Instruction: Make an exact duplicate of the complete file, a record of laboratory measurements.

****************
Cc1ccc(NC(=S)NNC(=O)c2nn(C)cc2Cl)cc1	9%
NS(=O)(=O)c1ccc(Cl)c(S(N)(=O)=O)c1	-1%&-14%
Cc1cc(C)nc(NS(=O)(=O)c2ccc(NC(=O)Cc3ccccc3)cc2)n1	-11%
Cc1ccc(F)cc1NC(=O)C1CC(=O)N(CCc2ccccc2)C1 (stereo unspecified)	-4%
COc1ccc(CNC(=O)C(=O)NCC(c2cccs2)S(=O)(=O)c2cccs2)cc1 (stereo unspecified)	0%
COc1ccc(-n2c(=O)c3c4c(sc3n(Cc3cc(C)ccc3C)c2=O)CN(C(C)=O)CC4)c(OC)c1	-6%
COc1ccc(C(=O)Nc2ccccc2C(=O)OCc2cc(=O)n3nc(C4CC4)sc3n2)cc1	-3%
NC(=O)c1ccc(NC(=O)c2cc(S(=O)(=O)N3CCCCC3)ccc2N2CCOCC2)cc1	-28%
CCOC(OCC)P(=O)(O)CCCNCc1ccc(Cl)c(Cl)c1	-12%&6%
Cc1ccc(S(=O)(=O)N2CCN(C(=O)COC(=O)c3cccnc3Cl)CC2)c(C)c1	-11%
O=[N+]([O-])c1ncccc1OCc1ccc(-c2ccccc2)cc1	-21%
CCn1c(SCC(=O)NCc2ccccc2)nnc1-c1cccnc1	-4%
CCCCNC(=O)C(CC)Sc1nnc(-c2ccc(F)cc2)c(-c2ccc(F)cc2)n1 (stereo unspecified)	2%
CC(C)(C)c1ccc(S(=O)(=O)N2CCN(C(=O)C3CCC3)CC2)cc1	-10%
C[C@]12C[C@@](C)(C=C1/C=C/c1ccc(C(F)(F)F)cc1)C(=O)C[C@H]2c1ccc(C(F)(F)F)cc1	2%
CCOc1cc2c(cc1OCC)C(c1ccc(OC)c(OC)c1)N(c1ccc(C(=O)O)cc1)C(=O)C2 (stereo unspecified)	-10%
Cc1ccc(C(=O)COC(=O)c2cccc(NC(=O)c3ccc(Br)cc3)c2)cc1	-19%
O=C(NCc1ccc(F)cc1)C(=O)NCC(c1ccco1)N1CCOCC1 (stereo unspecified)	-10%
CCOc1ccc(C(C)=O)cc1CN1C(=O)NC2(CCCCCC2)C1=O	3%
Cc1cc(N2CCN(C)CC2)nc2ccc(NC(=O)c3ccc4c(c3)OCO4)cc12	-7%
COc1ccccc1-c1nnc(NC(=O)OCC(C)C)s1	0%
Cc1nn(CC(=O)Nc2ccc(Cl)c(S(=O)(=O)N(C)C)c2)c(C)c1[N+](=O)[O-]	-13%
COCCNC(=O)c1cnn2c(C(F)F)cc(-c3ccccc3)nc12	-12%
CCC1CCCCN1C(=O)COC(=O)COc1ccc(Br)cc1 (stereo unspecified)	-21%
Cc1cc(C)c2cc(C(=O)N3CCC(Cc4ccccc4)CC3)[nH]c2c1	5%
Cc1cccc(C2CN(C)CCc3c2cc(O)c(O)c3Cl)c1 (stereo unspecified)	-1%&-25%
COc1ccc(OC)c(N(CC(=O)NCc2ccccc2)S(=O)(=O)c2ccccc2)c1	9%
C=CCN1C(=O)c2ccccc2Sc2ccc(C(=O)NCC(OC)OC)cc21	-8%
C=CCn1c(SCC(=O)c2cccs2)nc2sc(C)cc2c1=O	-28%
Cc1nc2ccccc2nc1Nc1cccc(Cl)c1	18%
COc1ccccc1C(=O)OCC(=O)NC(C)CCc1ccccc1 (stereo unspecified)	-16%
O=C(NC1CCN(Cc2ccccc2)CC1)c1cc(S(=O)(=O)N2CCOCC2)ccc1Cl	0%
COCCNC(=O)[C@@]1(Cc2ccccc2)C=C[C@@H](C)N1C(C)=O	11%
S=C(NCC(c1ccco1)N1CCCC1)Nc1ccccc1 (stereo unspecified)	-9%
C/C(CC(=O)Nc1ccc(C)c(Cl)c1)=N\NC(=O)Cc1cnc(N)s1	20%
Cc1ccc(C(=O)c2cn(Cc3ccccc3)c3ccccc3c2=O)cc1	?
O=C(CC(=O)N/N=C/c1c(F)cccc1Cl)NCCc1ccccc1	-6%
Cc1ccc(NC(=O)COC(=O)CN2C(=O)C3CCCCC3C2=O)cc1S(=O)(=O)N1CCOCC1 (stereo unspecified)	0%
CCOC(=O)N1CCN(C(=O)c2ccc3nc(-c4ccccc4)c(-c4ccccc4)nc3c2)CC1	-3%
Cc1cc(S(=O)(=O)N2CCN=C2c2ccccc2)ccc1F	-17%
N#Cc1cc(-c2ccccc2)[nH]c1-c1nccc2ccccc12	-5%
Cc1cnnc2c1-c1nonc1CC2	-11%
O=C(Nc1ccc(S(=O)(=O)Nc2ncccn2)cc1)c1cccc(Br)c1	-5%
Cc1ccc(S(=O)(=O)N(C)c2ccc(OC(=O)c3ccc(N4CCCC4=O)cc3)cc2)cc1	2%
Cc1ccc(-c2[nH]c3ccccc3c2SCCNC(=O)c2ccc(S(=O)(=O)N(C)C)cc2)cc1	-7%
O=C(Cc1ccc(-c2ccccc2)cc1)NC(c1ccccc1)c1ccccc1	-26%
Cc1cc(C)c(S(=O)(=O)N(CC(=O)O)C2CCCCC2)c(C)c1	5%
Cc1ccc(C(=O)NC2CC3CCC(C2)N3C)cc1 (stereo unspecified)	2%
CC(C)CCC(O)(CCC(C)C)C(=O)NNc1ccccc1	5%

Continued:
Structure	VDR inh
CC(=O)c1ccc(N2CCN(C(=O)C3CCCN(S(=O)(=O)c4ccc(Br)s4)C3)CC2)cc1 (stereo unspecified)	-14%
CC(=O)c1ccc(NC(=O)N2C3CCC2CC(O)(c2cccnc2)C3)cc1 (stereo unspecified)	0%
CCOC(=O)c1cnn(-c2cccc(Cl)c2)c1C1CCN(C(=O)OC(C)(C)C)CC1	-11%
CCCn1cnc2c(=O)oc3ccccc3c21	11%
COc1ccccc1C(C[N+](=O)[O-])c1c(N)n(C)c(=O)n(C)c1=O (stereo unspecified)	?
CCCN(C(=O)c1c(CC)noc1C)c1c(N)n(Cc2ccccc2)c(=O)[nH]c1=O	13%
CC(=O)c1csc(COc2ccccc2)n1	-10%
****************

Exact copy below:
Cc1ccc(NC(=S)NNC(=O)c2nn(C)cc2Cl)cc1	9%
NS(=O)(=O)c1ccc(Cl)c(S(N)(=O)=O)c1	-1%&-14%
Cc1cc(C)nc(NS(=O)(=O)c2ccc(NC(=O)Cc3ccccc3)cc2)n1	-11%
Cc1ccc(F)cc1NC(=O)C1CC(=O)N(CCc2ccccc2)C1 (stereo unspecified)	-4%
COc1ccc(CNC(=O)C(=O)NCC(c2cccs2)S(=O)(=O)c2cccs2)cc1 (stereo unspecified)	0%
COc1ccc(-n2c(=O)c3c4c(sc3n(Cc3cc(C)ccc3C)c2=O)CN(C(C)=O)CC4)c(OC)c1	-6%
COc1ccc(C(=O)Nc2ccccc2C(=O)OCc2cc(=O)n3nc(C4CC4)sc3n2)cc1	-3%
NC(=O)c1ccc(NC(=O)c2cc(S(=O)(=O)N3CCCCC3)ccc2N2CCOCC2)cc1	-28%
CCOC(OCC)P(=O)(O)CCCNCc1ccc(Cl)c(Cl)c1	-12%&6%
Cc1ccc(S(=O)(=O)N2CCN(C(=O)COC(=O)c3cccnc3Cl)CC2)c(C)c1	-11%
O=[N+]([O-])c1ncccc1OCc1ccc(-c2ccccc2)cc1	-21%
CCn1c(SCC(=O)NCc2ccccc2)nnc1-c1cccnc1	-4%
CCCCNC(=O)C(CC)Sc1nnc(-c2ccc(F)cc2)c(-c2ccc(F)cc2)n1 (stereo unspecified)	2%
CC(C)(C)c1ccc(S(=O)(=O)N2CCN(C(=O)C3CCC3)CC2)cc1	-10%
C[C@]12C[C@@](C)(C=C1/C=C/c1ccc(C(F)(F)F)cc1)C(=O)C[C@H]2c1ccc(C(F)(F)F)cc1	2%
CCOc1cc2c(cc1OCC)C(c1ccc(OC)c(OC)c1)N(c1ccc(C(=O)O)cc1)C(=O)C2 (stereo unspecified)	-10%
Cc1ccc(C(=O)COC(=O)c2cccc(NC(=O)c3ccc(Br)cc3)c2)cc1	-19%
O=C(NCc1ccc(F)cc1)C(=O)NCC(c1ccco1)N1CCOCC1 (stereo unspecified)	-10%
CCOc1ccc(C(C)=O)cc1CN1C(=O)NC2(CCCCCC2)C1=O	3%
Cc1cc(N2CCN(C)CC2)nc2ccc(NC(=O)c3ccc4c(c3)OCO4)cc12	-7%
COc1ccccc1-c1nnc(NC(=O)OCC(C)C)s1	0%
Cc1nn(CC(=O)Nc2ccc(Cl)c(S(=O)(=O)N(C)C)c2)c(C)c1[N+](=O)[O-]	-13%
COCCNC(=O)c1cnn2c(C(F)F)cc(-c3ccccc3)nc12	-12%
CCC1CCCCN1C(=O)COC(=O)COc1ccc(Br)cc1 (stereo unspecified)	-21%
Cc1cc(C)c2cc(C(=O)N3CCC(Cc4ccccc4)CC3)[nH]c2c1	5%
Cc1cccc(C2CN(C)CCc3c2cc(O)c(O)c3Cl)c1 (stereo unspecified)	-1%&-25%
COc1ccc(OC)c(N(CC(=O)NCc2ccccc2)S(=O)(=O)c2ccccc2)c1	9%
C=CCN1C(=O)c2ccccc2Sc2ccc(C(=O)NCC(OC)OC)cc21	-8%
C=CCn1c(SCC(=O)c2cccs2)nc2sc(C)cc2c1=O	-28%
Cc1nc2ccccc2nc1Nc1cccc(Cl)c1	18%
COc1ccccc1C(=O)OCC(=O)NC(C)CCc1ccccc1 (stereo unspecified)	-16%
O=C(NC1CCN(Cc2ccccc2)CC1)c1cc(S(=O)(=O)N2CCOCC2)ccc1Cl	0%
COCCNC(=O)[C@@]1(Cc2ccccc2)C=C[C@@H](C)N1C(C)=O	11%
S=C(NCC(c1ccco1)N1CCCC1)Nc1ccccc1 (stereo unspecified)	-9%
C/C(CC(=O)Nc1ccc(C)c(Cl)c1)=N\NC(=O)Cc1cnc(N)s1	20%
Cc1ccc(C(=O)c2cn(Cc3ccccc3)c3ccccc3c2=O)cc1	?
O=C(CC(=O)N/N=C/c1c(F)cccc1Cl)NCCc1ccccc1	-6%
Cc1ccc(NC(=O)COC(=O)CN2C(=O)C3CCCCC3C2=O)cc1S(=O)(=O)N1CCOCC1 (stereo unspecified)	0%
CCOC(=O)N1CCN(C(=O)c2ccc3nc(-c4ccccc4)c(-c4ccccc4)nc3c2)CC1	-3%
Cc1cc(S(=O)(=O)N2CCN=C2c2ccccc2)ccc1F	-17%
N#Cc1cc(-c2ccccc2)[nH]c1-c1nccc2ccccc12	-5%
Cc1cnnc2c1-c1nonc1CC2	-11%
O=C(Nc1ccc(S(=O)(=O)Nc2ncccn2)cc1)c1cccc(Br)c1	-5%
Cc1ccc(S(=O)(=O)N(C)c2ccc(OC(=O)c3ccc(N4CCCC4=O)cc3)cc2)cc1	2%
Cc1ccc(-c2[nH]c3ccccc3c2SCCNC(=O)c2ccc(S(=O)(=O)N(C)C)cc2)cc1	-7%
O=C(Cc1ccc(-c2ccccc2)cc1)NC(c1ccccc1)c1ccccc1	-26%
Cc1cc(C)c(S(=O)(=O)N(CC(=O)O)C2CCCCC2)c(C)c1	5%
Cc1ccc(C(=O)NC2CC3CCC(C2)N3C)cc1 (stereo unspecified)	2%
CC(C)CCC(O)(CCC(C)C)C(=O)NNc1ccccc1	5%

Continued:
Structure	VDR inh
CC(=O)c1ccc(N2CCN(C(=O)C3CCCN(S(=O)(=O)c4ccc(Br)s4)C3)CC2)cc1 (stereo unspecified)	-14%
CC(=O)c1ccc(NC(=O)N2C3CCC2CC(O)(c2cccnc2)C3)cc1 (stereo unspecified)	0%
CCOC(=O)c1cnn(-c2cccc(Cl)c2)c1C1CCN(C(=O)OC(C)(C)C)CC1	-11%
CCCn1cnc2c(=O)oc3ccccc3c21	11%
COc1ccccc1C(C[N+](=O)[O-])c1c(N)n(C)c(=O)n(C)c1=O (stereo unspecified)	?
CCCN(C(=O)c1c(CC)noc1C)c1c(N)n(Cc2ccccc2)c(=O)[nH]c1=O	13%
CC(=O)c1csc(COc2ccccc2)n1	-10%